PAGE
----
The Goal of Instruction
The apostle Paul warns his “true son in the faith” (1 Tim. 1:2), and the church about getting off track in their walk with God. There will be teachers of false doctrines (vss. 3,4), some will fall back under the law, which was made for the unrighteous (vss. 8-11), others will fall away from the faith paying attention to deceiving spirits (4:1), and the deceitfulness of riches (6:6-18). Timothy was exhorted to maintain sound doctrine, stay under authority, and develop Godly character. “The goal of this command is love, which comes from a pure heart and a good conscience and a sincere faith (vs. 5).
The goal of our instruction is not knowledge that makes one arrogant but love that edifies others (1 Cor. 8:1). Paul says “If I speak in the tongues of men and of angels, but have not love, I am only a resounding gong or a clanging cymbal. If I have the gift of prophecy and can fathom all mysteries and all knowledge, and if I have a faith that can move mountains, but have not love, I am nothing” (1 Cor. 13:1-3). We have a tendency to extol the virtues of the theologian and the apologist, but Scripture teaches that, “he who wins souls is wise” (Prov. 11:30), and “By this all men will know that you are my disciples, if you love one another” (Jn. 13:35).
Jesus was asked by the religious leaders, “‘Teacher, which is the greatest commandment in the law?’ Jesus, replied, ‘Love the Lord your God with all your heart and with all your soul and with all your mind. This is the first and greatest commandment. And the second is like it: Love your neighbor as yourself. All the Law and Prophets hang on these two commandments’” (Matt. 22:36-40). Good instruction and sound doctrine should result in the children of God falling in love with God and one another.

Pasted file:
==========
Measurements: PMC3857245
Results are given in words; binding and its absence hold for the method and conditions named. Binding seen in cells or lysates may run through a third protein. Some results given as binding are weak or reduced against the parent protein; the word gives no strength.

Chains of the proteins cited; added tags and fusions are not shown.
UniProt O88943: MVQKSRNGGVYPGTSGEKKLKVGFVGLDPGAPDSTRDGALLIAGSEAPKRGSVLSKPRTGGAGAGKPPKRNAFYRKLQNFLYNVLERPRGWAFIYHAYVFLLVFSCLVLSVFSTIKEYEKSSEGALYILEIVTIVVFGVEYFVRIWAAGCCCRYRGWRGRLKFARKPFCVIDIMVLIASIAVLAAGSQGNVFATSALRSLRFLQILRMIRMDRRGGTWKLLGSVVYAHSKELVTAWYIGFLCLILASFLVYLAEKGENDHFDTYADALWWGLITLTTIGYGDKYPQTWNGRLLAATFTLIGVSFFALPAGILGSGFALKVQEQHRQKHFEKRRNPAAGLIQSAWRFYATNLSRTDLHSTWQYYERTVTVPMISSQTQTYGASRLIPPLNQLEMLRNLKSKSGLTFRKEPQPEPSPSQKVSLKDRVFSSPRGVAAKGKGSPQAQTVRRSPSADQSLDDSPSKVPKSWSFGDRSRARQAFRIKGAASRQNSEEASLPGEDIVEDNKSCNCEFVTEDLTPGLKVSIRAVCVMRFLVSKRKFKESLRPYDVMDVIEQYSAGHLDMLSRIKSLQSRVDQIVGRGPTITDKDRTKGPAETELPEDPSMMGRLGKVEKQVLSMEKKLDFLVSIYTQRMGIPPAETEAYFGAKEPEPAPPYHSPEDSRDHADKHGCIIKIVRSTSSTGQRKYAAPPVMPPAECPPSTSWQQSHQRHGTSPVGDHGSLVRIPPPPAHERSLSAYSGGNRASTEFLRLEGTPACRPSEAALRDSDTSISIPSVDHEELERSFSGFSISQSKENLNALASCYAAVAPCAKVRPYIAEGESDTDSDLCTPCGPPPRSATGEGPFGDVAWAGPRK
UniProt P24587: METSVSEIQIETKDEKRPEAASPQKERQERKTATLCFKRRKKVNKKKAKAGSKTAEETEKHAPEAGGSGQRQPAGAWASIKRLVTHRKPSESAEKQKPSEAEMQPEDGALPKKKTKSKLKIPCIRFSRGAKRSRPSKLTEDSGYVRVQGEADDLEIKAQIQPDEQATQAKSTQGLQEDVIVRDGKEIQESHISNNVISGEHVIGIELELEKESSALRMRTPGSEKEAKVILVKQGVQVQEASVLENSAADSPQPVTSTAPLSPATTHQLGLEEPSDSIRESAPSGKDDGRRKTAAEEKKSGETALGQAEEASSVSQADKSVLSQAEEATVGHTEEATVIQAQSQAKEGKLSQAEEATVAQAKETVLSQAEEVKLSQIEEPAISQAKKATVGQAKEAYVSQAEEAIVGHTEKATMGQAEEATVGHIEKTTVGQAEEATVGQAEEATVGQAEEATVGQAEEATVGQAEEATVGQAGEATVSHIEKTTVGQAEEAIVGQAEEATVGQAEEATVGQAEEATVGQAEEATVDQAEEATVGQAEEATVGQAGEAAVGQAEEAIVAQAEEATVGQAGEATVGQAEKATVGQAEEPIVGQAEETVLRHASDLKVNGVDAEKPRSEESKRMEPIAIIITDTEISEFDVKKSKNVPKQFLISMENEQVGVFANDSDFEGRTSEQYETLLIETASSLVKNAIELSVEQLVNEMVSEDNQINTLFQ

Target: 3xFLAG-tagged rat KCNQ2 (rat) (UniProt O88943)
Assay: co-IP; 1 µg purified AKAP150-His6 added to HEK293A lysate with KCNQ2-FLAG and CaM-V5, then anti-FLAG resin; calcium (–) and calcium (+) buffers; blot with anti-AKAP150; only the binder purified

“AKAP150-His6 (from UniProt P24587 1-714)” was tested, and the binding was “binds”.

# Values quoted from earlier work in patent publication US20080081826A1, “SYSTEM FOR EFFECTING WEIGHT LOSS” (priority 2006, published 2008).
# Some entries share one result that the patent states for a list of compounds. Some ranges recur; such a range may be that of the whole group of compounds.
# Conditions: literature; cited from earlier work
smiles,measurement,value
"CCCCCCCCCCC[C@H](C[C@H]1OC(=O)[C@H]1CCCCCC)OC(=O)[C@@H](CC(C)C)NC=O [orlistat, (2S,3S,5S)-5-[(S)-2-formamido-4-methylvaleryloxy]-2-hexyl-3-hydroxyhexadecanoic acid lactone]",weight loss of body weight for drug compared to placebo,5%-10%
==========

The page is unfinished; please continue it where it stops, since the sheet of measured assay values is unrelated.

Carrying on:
It is easier to understand “agape” (love) when you realize that it can occur in Scripture as a noun and as a verb. When used as a noun, agape refers to the character of God. “God is love” (1 Jn. 4:16). “Love is patient, love is kind, etc.” (1 Cor. 13: 4f). The goal of Biblical instruction is to enable ourselves and others to progressively take on the character of God, which is love. There is one critical difference between agape (godly love) and phileo (brotherly love). The love of God is not dependent upon it’s object. God loves us not because we are lovable, but because God is love. It is his nature to love us. That is why the love of God is unconditional. Every child of God has been called to participate in the divine nature (2 Pet. 1:4), and to become like Him. Jesus said, “If you love those who love you, what credit is that to you? Even sinners love those who love them. And if you do good to those who are good to you, what credit is that to you? Even sinners do that” (Lu. 6:32,33).
When agape is used as a verb, it calls us out of the goodness of our new nature to give to others what they need. “For God so loved the world that he gave his one and only Son, that whoever believes in him shall not perish but have eternal life” (Jn. 3:16). “This is how we know what love is: Jesus Christ laid down his life for us. And we ought to lay down our lives for our brothers” (1 Jn. 3:16).
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